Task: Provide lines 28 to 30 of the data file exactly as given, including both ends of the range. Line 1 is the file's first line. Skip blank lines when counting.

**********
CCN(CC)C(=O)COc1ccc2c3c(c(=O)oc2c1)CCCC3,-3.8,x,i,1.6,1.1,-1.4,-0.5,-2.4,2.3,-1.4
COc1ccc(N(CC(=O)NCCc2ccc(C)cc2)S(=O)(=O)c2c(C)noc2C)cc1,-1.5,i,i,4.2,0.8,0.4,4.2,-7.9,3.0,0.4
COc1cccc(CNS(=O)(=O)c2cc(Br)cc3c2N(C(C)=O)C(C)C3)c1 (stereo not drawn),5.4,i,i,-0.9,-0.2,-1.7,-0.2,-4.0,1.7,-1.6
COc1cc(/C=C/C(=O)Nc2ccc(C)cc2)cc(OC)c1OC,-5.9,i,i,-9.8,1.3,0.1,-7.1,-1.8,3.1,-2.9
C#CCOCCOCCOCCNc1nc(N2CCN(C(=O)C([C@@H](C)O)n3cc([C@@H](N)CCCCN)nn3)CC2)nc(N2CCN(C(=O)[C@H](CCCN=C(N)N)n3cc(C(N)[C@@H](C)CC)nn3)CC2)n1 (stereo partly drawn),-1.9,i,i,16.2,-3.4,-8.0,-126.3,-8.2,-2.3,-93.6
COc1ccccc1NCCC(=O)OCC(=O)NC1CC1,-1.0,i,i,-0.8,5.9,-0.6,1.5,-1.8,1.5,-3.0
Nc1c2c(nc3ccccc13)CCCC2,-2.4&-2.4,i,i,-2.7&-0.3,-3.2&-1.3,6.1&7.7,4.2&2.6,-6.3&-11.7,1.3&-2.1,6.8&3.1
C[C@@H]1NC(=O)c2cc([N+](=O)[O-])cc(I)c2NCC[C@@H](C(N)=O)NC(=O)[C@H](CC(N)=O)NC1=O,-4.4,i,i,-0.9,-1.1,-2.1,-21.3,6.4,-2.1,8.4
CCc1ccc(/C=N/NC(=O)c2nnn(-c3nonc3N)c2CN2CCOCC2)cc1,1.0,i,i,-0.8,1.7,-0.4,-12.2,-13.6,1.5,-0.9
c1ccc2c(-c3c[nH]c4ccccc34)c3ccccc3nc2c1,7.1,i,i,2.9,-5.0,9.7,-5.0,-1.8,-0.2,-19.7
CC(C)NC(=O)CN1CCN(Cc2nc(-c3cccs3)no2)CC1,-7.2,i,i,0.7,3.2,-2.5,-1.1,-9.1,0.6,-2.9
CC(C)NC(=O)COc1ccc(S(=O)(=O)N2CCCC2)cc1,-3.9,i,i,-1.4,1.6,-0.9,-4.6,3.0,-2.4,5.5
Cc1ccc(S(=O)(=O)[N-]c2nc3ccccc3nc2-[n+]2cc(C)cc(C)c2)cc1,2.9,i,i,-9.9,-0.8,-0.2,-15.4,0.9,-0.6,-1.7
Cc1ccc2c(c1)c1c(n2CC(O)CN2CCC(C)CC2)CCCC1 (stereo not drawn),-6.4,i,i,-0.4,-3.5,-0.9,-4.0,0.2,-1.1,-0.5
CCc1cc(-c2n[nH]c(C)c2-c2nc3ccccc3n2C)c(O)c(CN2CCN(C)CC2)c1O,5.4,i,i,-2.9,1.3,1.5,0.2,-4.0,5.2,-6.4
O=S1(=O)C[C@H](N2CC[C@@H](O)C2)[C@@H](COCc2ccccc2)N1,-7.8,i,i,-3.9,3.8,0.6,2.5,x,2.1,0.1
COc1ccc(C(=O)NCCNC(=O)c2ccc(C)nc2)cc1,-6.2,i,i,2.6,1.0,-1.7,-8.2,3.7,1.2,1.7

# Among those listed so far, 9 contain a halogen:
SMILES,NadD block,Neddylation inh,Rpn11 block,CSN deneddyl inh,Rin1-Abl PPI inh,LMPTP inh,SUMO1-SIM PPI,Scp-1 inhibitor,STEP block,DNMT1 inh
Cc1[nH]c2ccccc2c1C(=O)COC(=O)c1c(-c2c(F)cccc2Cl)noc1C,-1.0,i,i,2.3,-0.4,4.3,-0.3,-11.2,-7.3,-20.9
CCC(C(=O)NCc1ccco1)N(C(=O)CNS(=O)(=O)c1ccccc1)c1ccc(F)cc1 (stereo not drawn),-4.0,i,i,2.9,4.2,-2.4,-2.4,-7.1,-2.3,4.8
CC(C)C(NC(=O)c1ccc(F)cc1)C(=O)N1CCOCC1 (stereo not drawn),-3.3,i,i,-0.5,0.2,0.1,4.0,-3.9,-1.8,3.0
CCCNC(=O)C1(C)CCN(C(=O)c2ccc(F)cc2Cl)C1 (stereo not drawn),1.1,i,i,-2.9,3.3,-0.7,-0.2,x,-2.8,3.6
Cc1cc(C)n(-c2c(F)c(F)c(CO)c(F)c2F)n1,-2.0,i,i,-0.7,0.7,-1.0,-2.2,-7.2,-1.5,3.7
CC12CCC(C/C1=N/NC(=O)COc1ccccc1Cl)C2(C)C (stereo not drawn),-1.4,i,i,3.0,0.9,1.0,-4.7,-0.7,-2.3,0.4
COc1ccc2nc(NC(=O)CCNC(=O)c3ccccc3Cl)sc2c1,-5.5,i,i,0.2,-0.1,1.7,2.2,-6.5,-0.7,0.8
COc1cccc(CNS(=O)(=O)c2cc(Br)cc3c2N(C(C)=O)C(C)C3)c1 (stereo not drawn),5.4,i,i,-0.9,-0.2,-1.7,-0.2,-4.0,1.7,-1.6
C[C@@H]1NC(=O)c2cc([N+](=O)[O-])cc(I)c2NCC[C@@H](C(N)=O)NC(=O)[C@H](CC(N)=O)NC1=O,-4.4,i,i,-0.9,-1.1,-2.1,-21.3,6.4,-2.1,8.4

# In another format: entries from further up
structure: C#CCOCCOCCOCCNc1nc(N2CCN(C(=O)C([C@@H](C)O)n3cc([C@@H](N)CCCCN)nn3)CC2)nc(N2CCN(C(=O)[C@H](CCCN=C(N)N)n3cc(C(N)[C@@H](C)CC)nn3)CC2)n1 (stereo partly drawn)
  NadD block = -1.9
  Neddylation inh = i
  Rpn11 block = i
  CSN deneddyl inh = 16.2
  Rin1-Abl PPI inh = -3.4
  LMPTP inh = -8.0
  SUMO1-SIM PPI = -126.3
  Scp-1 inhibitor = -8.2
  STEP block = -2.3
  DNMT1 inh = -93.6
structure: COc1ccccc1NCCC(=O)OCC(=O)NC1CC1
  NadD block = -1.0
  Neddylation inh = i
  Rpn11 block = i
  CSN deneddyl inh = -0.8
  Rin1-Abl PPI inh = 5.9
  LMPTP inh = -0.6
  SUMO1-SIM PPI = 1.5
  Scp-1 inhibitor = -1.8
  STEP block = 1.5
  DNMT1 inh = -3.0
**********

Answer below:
C[C@@H]1NC(=O)c2cc([N+](=O)[O-])cc(I)c2NCC[C@@H](C(N)=O)NC(=O)[C@H](CC(N)=O)NC1=O,-4.4,i,i,-0.9,-1.1,-2.1,-21.3,6.4,-2.1,8.4

# In another format: entries from further up
structure: C#CCOCCOCCOCCNc1nc(N2CCN(C(=O)C([C@@H](C)O)n3cc([C@@H](N)CCCCN)nn3)CC2)nc(N2CCN(C(=O)[C@H](CCCN=C(N)N)n3cc(C(N)[C@@H](C)CC)nn3)CC2)n1 (stereo partly drawn)